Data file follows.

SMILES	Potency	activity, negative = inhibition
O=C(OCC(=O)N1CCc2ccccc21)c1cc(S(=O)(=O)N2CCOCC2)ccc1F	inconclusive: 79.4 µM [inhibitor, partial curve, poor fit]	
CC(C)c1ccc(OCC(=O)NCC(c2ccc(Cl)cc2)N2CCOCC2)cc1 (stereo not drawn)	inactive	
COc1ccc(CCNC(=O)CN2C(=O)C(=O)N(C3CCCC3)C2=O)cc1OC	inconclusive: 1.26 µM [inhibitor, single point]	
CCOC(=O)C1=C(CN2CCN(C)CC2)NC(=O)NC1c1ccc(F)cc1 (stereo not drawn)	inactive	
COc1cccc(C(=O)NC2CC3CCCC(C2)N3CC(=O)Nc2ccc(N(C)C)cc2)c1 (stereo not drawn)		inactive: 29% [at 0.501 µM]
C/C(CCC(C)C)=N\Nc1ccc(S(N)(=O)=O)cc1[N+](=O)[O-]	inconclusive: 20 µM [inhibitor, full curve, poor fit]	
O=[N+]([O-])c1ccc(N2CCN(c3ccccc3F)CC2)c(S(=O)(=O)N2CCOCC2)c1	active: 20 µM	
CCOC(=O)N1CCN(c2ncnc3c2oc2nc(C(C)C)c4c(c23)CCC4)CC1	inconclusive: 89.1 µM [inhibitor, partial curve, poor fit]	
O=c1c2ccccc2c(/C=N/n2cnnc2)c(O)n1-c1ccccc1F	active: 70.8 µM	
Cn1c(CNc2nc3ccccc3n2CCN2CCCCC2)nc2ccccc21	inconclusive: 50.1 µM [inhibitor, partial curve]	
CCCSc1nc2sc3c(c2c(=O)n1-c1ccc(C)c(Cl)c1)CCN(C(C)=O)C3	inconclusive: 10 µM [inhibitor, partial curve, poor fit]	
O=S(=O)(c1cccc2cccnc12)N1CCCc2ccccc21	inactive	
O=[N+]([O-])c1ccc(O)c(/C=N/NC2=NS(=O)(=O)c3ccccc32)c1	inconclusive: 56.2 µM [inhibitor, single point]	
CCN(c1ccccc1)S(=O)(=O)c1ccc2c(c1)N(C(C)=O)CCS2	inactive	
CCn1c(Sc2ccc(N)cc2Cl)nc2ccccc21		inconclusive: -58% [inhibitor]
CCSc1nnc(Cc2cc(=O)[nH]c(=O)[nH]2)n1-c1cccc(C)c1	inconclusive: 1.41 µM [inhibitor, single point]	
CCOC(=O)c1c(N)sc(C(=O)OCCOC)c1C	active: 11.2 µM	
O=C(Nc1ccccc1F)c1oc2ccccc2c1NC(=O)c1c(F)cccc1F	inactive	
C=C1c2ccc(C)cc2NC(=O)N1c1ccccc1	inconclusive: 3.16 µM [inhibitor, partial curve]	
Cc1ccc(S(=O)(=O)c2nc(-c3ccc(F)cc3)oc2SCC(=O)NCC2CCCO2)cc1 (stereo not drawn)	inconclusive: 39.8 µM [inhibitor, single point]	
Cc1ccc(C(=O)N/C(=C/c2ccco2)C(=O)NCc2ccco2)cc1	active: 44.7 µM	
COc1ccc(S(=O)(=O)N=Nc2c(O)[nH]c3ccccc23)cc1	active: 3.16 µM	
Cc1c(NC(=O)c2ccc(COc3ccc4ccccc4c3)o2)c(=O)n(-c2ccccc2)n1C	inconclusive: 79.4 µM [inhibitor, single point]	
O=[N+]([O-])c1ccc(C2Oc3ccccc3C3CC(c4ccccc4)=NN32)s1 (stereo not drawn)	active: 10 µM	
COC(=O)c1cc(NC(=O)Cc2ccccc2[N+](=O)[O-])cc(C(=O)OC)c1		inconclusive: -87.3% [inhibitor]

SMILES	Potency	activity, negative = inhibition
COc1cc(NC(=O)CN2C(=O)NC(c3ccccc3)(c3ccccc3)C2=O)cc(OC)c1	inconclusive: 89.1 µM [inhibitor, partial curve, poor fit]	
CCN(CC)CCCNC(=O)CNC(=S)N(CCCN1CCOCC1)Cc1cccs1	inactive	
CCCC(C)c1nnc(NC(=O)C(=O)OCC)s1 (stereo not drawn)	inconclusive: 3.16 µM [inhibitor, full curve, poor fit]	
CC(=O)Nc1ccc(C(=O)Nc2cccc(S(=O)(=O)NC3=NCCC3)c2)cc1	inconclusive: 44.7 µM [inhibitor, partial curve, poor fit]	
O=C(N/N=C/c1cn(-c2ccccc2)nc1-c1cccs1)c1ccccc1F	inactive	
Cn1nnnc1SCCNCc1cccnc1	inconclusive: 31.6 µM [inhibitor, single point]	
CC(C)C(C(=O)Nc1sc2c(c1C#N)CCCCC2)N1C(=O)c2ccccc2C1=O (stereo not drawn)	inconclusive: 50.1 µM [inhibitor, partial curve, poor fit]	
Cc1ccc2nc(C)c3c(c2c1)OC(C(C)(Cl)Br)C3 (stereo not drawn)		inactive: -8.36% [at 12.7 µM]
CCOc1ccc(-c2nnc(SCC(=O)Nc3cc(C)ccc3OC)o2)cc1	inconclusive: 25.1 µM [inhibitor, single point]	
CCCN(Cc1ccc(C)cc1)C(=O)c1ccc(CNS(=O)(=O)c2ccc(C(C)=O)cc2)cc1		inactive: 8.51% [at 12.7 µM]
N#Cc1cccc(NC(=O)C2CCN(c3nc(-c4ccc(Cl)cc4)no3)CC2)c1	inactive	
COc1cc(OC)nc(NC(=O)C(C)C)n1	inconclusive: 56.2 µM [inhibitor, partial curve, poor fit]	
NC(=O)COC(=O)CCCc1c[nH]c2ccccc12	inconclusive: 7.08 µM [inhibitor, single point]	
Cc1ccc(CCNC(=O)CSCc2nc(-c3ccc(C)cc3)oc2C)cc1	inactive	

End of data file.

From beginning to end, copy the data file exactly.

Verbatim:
SMILES	Potency	activity, negative = inhibition
O=C(OCC(=O)N1CCc2ccccc21)c1cc(S(=O)(=O)N2CCOCC2)ccc1F	inconclusive: 79.4 µM [inhibitor, partial curve, poor fit]	
CC(C)c1ccc(OCC(=O)NCC(c2ccc(Cl)cc2)N2CCOCC2)cc1 (stereo not drawn)	inactive	
COc1ccc(CCNC(=O)CN2C(=O)C(=O)N(C3CCCC3)C2=O)cc1OC	inconclusive: 1.26 µM [inhibitor, single point]	
CCOC(=O)C1=C(CN2CCN(C)CC2)NC(=O)NC1c1ccc(F)cc1 (stereo not drawn)	inactive	
COc1cccc(C(=O)NC2CC3CCCC(C2)N3CC(=O)Nc2ccc(N(C)C)cc2)c1 (stereo not drawn)		inactive: 29% [at 0.501 µM]
C/C(CCC(C)C)=N\Nc1ccc(S(N)(=O)=O)cc1[N+](=O)[O-]	inconclusive: 20 µM [inhibitor, full curve, poor fit]	
O=[N+]([O-])c1ccc(N2CCN(c3ccccc3F)CC2)c(S(=O)(=O)N2CCOCC2)c1	active: 20 µM	
CCOC(=O)N1CCN(c2ncnc3c2oc2nc(C(C)C)c4c(c23)CCC4)CC1	inconclusive: 89.1 µM [inhibitor, partial curve, poor fit]	
O=c1c2ccccc2c(/C=N/n2cnnc2)c(O)n1-c1ccccc1F	active: 70.8 µM	
Cn1c(CNc2nc3ccccc3n2CCN2CCCCC2)nc2ccccc21	inconclusive: 50.1 µM [inhibitor, partial curve]	
CCCSc1nc2sc3c(c2c(=O)n1-c1ccc(C)c(Cl)c1)CCN(C(C)=O)C3	inconclusive: 10 µM [inhibitor, partial curve, poor fit]	
O=S(=O)(c1cccc2cccnc12)N1CCCc2ccccc21	inactive	
O=[N+]([O-])c1ccc(O)c(/C=N/NC2=NS(=O)(=O)c3ccccc32)c1	inconclusive: 56.2 µM [inhibitor, single point]	
CCN(c1ccccc1)S(=O)(=O)c1ccc2c(c1)N(C(C)=O)CCS2	inactive	
CCn1c(Sc2ccc(N)cc2Cl)nc2ccccc21		inconclusive: -58% [inhibitor]
CCSc1nnc(Cc2cc(=O)[nH]c(=O)[nH]2)n1-c1cccc(C)c1	inconclusive: 1.41 µM [inhibitor, single point]	
CCOC(=O)c1c(N)sc(C(=O)OCCOC)c1C	active: 11.2 µM	
O=C(Nc1ccccc1F)c1oc2ccccc2c1NC(=O)c1c(F)cccc1F	inactive	
C=C1c2ccc(C)cc2NC(=O)N1c1ccccc1	inconclusive: 3.16 µM [inhibitor, partial curve]	
Cc1ccc(S(=O)(=O)c2nc(-c3ccc(F)cc3)oc2SCC(=O)NCC2CCCO2)cc1 (stereo not drawn)	inconclusive: 39.8 µM [inhibitor, single point]	
Cc1ccc(C(=O)N/C(=C/c2ccco2)C(=O)NCc2ccco2)cc1	active: 44.7 µM	
COc1ccc(S(=O)(=O)N=Nc2c(O)[nH]c3ccccc23)cc1	active: 3.16 µM	
Cc1c(NC(=O)c2ccc(COc3ccc4ccccc4c3)o2)c(=O)n(-c2ccccc2)n1C	inconclusive: 79.4 µM [inhibitor, single point]	
O=[N+]([O-])c1ccc(C2Oc3ccccc3C3CC(c4ccccc4)=NN32)s1 (stereo not drawn)	active: 10 µM	
COC(=O)c1cc(NC(=O)Cc2ccccc2[N+](=O)[O-])cc(C(=O)OC)c1		inconclusive: -87.3% [inhibitor]

SMILES	Potency	activity, negative = inhibition
COc1cc(NC(=O)CN2C(=O)NC(c3ccccc3)(c3ccccc3)C2=O)cc(OC)c1	inconclusive: 89.1 µM [inhibitor, partial curve, poor fit]	
CCN(CC)CCCNC(=O)CNC(=S)N(CCCN1CCOCC1)Cc1cccs1	inactive	
CCCC(C)c1nnc(NC(=O)C(=O)OCC)s1 (stereo not drawn)	inconclusive: 3.16 µM [inhibitor, full curve, poor fit]	
CC(=O)Nc1ccc(C(=O)Nc2cccc(S(=O)(=O)NC3=NCCC3)c2)cc1	inconclusive: 44.7 µM [inhibitor, partial curve, poor fit]	
O=C(N/N=C/c1cn(-c2ccccc2)nc1-c1cccs1)c1ccccc1F	inactive	
Cn1nnnc1SCCNCc1cccnc1	inconclusive: 31.6 µM [inhibitor, single point]	
CC(C)C(C(=O)Nc1sc2c(c1C#N)CCCCC2)N1C(=O)c2ccccc2C1=O (stereo not drawn)	inconclusive: 50.1 µM [inhibitor, partial curve, poor fit]	
Cc1ccc2nc(C)c3c(c2c1)OC(C(C)(Cl)Br)C3 (stereo not drawn)		inactive: -8.36% [at 12.7 µM]
CCOc1ccc(-c2nnc(SCC(=O)Nc3cc(C)ccc3OC)o2)cc1	inconclusive: 25.1 µM [inhibitor, single point]	
CCCN(Cc1ccc(C)cc1)C(=O)c1ccc(CNS(=O)(=O)c2ccc(C(C)=O)cc2)cc1		inactive: 8.51% [at 12.7 µM]
N#Cc1cccc(NC(=O)C2CCN(c3nc(-c4ccc(Cl)cc4)no3)CC2)c1	inactive	
COc1cc(OC)nc(NC(=O)C(C)C)n1	inconclusive: 56.2 µM [inhibitor, partial curve, poor fit]	
NC(=O)COC(=O)CCCc1c[nH]c2ccccc12	inconclusive: 7.08 µM [inhibitor, single point]	
Cc1ccc(CCNC(=O)CSCc2nc(-c3ccc(C)cc3)oc2C)cc1	inactive	